It is. But he wasn’t asking me. The young man checking me out at Von’s on the campus of Purdue University had asked his colleague if my purchase, Don Quixote, was fiction. With the category clarified, he returned to face me with an apology along the lines that he “should know”. Being who I am, I began a lengthy response intended to soothe the young man’s emotional state. It began with a rambling explanation of why I had decided to buy Don Quixote downstairs in the wonderful, cramped, used book section which is the basement of Von’s, and ended with me apologizing to him for my ever learning to read in the first place.
I steeped outside intending meet my son and his friend, who were finding food somewhere nearby, the used copy of Don Quixote in hand. I will sticky note, highlight, mark-up, toss around as well as read this very copy- next summer. Oh, I didn’t buy it for this year as I have other books to read yet, porch reading weather permitting. Don Quixote is reserved for next summer’s porch reading. It has become a tradition for me to let a “classic” or two come to me and then read them outside on my front porch where my ability to concentrate seems easier to access than indoors. Don will have to wait his turn.
My mind and my feet then headed for the venerable Rice Cafe for the rendezvous. About a half block out of Von’s they went their separate ways, as is the norm. My mind took me back to this summer’s reading. It has included lots of Oscar Wilde, Hamlet. The Shakespeare Requirement, some H.E. Bates, the Bhagavad-Gita and The Longest Road by Philip Caputo. I had taken The Longest Road and Tristam Shandy with me on my annual vacation trip to the Ohio River. This is a highlight week of the summer reading campaign. I was encamped in my delightful reading space on the deck facing the Ohio River on a almost too warm summer afternoon. The deck is raised two stories off the ground in case the Ohio River chooses to flood. I can reach out and touch branches and leaves while the river flows by me, powerfully indifferent. It is a wonderful spot to place the mind on a book.
That afternoon some clouds formed rather quickly. This happens almost daily on the river. Since the deck space has a roof covering half of it so I did not stop reading The Longest Trip. My mind on the book, on the deck on the river, I did not, at first, notice that it did start to rain this time. I heard a “smack!” about two feet in front of me at eye level. I looked up from my book. A large leaf was still shaking and a few tiny drops of water were dripping of it. The leaf had been hit by drop of rain. The sound was so clear and close that it caught my attention. The leaf waved gently up and down a few times in confirmation of what I heard. A few scattered small drops of water clung to the leaf. “That” I thought, “Is what reading is.”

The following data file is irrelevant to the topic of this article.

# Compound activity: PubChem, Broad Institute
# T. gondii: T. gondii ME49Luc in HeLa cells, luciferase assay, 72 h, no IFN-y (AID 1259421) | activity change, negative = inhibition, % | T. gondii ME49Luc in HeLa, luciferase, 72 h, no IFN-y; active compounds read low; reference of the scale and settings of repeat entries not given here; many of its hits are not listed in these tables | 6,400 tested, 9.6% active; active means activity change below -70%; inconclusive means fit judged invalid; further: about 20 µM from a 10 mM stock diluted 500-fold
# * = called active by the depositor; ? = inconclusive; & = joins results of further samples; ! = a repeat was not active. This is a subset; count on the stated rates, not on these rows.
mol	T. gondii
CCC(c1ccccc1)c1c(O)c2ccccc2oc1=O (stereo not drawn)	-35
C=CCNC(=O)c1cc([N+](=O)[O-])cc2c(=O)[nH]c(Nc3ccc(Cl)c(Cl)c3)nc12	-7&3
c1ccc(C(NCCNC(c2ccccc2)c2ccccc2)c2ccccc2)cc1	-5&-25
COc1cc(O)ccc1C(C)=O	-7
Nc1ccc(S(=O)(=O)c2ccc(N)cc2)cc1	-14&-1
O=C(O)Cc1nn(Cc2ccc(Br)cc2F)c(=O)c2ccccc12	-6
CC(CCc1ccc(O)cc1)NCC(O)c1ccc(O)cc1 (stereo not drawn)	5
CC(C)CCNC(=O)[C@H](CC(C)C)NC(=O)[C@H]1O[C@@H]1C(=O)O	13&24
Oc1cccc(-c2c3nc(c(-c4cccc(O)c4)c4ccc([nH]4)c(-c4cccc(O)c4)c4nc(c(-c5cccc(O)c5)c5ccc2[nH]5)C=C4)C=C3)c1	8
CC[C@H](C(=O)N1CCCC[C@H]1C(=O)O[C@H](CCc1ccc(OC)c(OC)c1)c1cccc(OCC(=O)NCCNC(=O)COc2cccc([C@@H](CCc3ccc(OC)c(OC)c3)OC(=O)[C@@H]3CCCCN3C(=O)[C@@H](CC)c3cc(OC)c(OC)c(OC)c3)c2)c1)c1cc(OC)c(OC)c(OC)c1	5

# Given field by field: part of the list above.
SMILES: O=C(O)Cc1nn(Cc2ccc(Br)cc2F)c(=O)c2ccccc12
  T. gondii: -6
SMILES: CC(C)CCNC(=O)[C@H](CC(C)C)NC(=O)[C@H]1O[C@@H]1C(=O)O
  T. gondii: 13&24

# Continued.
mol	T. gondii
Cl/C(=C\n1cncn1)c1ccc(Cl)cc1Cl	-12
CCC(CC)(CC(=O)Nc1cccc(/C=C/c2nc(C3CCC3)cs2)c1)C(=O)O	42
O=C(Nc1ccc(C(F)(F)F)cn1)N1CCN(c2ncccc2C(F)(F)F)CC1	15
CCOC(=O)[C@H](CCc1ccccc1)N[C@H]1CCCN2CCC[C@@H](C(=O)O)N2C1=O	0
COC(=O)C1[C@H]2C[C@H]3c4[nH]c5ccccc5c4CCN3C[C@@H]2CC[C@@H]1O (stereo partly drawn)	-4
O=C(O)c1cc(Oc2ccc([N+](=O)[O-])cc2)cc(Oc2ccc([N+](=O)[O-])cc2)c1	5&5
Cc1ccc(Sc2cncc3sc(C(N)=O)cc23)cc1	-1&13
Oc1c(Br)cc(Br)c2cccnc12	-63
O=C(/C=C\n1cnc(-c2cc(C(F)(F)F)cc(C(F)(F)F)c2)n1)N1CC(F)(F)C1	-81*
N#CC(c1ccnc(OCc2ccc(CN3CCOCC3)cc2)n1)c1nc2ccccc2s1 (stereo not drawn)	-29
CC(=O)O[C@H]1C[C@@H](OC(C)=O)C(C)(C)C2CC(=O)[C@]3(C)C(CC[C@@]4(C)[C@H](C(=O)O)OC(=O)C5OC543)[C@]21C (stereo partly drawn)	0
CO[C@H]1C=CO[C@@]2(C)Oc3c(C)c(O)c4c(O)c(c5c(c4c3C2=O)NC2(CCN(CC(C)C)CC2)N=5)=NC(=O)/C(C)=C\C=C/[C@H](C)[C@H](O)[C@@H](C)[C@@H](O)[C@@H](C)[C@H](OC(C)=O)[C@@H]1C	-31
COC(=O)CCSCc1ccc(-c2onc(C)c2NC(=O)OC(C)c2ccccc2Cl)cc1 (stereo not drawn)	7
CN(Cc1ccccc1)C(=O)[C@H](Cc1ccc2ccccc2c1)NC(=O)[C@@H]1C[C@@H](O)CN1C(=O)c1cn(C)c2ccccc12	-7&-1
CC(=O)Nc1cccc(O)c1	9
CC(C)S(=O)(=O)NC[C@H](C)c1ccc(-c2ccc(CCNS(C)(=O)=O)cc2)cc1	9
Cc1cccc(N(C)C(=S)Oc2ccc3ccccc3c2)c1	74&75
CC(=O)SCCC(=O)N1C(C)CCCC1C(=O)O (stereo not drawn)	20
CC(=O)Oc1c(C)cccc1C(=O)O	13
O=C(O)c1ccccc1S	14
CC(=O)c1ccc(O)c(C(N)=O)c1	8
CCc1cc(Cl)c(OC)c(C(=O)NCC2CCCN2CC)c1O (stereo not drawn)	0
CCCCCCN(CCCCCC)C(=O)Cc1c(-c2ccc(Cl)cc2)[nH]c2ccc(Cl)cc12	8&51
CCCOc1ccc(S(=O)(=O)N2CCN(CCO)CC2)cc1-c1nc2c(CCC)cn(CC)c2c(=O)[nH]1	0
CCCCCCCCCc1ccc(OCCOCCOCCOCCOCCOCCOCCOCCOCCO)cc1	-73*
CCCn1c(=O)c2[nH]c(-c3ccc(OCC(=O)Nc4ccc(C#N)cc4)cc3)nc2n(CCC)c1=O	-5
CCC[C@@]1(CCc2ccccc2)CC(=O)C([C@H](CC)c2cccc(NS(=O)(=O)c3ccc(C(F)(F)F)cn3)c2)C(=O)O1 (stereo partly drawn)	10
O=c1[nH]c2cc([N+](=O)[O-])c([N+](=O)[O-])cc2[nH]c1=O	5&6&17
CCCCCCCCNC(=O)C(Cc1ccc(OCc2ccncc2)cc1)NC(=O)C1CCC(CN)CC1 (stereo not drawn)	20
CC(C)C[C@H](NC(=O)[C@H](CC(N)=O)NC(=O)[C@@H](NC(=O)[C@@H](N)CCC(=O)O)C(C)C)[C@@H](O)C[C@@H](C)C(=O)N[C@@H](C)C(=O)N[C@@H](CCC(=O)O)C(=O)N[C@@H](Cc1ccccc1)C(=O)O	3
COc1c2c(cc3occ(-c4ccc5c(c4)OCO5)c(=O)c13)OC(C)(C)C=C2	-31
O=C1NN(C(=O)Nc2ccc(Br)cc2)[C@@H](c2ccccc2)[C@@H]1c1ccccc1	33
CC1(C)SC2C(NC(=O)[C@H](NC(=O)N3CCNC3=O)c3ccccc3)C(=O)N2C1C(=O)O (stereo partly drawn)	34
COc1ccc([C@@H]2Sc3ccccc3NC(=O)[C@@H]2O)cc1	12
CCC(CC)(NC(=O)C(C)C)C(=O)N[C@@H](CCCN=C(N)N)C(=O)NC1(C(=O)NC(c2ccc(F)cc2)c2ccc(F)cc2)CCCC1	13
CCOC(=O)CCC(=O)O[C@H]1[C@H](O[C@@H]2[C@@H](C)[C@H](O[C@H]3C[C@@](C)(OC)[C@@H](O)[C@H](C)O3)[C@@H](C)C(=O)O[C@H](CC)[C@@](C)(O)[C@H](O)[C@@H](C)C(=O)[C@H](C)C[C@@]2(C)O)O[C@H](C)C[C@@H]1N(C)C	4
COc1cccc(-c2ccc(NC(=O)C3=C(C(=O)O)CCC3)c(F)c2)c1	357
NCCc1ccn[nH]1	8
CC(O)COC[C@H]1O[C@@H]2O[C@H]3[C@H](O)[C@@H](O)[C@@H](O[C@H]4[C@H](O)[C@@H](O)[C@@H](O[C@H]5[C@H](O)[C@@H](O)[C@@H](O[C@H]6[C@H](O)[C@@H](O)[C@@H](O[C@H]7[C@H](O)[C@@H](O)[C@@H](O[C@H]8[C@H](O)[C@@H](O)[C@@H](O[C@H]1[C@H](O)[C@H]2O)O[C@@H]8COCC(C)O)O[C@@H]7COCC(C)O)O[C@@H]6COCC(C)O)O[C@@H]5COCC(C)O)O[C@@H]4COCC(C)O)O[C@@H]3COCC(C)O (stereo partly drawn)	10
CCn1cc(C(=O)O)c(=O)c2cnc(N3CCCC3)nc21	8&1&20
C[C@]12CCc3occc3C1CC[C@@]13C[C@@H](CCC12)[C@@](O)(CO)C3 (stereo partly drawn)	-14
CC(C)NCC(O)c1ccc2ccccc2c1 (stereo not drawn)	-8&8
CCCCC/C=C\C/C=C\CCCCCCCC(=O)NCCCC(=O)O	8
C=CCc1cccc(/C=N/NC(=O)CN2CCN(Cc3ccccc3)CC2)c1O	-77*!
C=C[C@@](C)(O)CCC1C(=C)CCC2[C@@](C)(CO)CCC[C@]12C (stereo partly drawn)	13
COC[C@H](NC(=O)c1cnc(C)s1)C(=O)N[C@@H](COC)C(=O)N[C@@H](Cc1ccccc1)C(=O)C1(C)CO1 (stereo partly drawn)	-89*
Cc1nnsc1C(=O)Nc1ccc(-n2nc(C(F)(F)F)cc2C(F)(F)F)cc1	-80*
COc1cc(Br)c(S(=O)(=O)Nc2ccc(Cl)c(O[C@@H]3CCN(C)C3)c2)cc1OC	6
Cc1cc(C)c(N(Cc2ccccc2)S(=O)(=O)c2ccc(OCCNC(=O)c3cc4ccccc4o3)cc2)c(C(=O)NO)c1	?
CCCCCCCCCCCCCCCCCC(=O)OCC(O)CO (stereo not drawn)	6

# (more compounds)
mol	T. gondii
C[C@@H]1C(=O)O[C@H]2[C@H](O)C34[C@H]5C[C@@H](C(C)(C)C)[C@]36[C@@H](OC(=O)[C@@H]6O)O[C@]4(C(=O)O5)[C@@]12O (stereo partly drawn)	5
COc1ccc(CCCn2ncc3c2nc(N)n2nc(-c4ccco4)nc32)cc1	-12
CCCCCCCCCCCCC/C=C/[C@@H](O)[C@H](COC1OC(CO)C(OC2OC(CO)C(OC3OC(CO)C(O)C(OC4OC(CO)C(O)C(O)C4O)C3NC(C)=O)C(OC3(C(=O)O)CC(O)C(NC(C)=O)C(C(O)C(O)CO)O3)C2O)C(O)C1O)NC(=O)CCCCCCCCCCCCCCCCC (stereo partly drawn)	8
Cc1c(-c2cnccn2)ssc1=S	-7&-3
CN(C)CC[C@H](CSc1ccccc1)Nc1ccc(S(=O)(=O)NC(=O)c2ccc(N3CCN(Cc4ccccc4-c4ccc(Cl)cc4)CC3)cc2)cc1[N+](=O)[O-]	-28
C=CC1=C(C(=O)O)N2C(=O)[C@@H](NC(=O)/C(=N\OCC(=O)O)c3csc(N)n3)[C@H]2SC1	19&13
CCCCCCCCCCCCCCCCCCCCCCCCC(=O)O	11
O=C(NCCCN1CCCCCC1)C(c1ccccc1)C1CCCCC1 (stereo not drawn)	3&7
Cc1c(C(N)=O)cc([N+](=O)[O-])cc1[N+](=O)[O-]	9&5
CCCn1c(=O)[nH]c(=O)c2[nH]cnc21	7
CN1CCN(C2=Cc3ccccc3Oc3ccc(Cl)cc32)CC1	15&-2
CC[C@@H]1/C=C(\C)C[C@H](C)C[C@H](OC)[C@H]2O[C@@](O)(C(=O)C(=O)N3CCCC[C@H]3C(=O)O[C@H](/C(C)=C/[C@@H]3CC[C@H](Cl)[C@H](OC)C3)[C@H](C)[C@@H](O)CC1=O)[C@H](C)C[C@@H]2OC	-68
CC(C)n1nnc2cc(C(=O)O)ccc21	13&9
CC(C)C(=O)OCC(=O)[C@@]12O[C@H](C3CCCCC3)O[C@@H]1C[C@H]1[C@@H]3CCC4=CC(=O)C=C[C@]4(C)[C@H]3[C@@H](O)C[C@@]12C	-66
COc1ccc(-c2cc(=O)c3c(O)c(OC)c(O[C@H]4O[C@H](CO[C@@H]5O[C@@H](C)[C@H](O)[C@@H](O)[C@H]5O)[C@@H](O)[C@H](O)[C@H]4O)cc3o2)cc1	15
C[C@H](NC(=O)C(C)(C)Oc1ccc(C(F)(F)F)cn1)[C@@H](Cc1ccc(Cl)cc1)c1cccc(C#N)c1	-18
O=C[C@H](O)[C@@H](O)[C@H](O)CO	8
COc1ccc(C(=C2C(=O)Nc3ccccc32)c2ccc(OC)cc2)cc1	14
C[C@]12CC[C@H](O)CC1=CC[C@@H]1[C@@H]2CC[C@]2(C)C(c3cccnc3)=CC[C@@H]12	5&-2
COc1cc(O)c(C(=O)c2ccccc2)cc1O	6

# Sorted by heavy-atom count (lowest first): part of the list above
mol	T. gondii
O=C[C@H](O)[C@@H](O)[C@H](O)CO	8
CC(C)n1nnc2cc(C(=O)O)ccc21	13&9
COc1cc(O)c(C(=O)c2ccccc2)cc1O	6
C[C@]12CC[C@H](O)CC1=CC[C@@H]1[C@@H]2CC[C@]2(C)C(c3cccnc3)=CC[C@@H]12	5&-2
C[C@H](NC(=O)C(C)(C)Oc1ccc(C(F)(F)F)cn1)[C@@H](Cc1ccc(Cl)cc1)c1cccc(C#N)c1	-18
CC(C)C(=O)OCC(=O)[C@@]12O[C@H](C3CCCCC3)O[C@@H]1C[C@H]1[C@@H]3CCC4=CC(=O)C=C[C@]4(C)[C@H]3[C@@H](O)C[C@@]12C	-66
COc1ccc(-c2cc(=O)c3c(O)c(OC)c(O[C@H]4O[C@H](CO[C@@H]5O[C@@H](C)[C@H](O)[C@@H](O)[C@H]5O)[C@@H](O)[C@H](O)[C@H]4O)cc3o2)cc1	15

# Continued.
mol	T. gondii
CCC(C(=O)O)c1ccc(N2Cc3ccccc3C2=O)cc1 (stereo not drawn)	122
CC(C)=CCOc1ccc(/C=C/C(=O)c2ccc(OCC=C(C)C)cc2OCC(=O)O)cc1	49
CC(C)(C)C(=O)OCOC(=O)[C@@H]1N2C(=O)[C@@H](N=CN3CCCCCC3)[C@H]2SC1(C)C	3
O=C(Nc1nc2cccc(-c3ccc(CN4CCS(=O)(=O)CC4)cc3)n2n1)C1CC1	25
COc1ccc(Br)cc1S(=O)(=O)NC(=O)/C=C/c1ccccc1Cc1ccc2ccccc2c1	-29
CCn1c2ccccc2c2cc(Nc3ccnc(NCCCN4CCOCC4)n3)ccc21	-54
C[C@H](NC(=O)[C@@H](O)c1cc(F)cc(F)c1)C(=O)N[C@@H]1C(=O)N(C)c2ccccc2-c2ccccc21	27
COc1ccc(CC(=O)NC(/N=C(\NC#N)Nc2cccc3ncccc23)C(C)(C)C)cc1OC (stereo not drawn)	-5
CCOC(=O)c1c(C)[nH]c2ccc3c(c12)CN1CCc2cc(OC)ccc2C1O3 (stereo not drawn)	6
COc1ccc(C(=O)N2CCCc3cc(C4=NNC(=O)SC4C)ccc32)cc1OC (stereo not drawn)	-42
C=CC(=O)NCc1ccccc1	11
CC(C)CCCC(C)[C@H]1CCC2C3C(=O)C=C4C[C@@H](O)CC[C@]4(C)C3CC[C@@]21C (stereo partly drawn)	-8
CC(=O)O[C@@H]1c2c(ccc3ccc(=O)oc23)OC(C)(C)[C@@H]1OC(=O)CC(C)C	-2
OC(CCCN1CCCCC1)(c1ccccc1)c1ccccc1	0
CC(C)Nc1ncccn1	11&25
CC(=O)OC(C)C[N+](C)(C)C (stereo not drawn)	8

Is Don Quixote fiction? Hamlet? The Gita? The Longest Trip? It don’t matter. Categories are created to help us find books in book stores. The “Best of” and “Must read” books lists can be useful but reading what is prescribed implies that it is your fault that you are sick. At the core, reading a book is simply energy meeting energy. Like drop of rain hitting a leaf.
That moment of the raindrop falling from the sky among uncountable others on its never before falling path, hitting one leaf from uncountable others from a tree on its own slower, steadier, original to it, path was, for me, my mind colliding with my book. Not just The Longest Trip, but Tristam Shandy, Hamlet, all of my summer reading, in fact all the books I have ever read. It makes perfect sense to me. If only perhaps, because I have written a novel and am rewriting another do I came to this realization. The mind is constantly moving. Easy enough to see. Yet, I think, so is a novel, or any book for that matter. I put energy into Tripio. It is held there for the reader-there a few of you out three-to take that energy into their own mind. When they meet a unique combination of energy is created. The raindrop and leaf replicated.
Where does that leave me? Still looking for the Rice Cafe. I got a little lost. I hadn’t been on Purdue’s campus for a couple years. As for Don, he will have to wait his turn. I wanted to go back to Von’s and tell the young man who checked me out that Don Quixote should be filed under “mental energy’ or “leaf meets raindrop.’ But , luckily for him, after a couple more blocks, I stumbled upon the Rice Cafe.
“May I help who’s next?”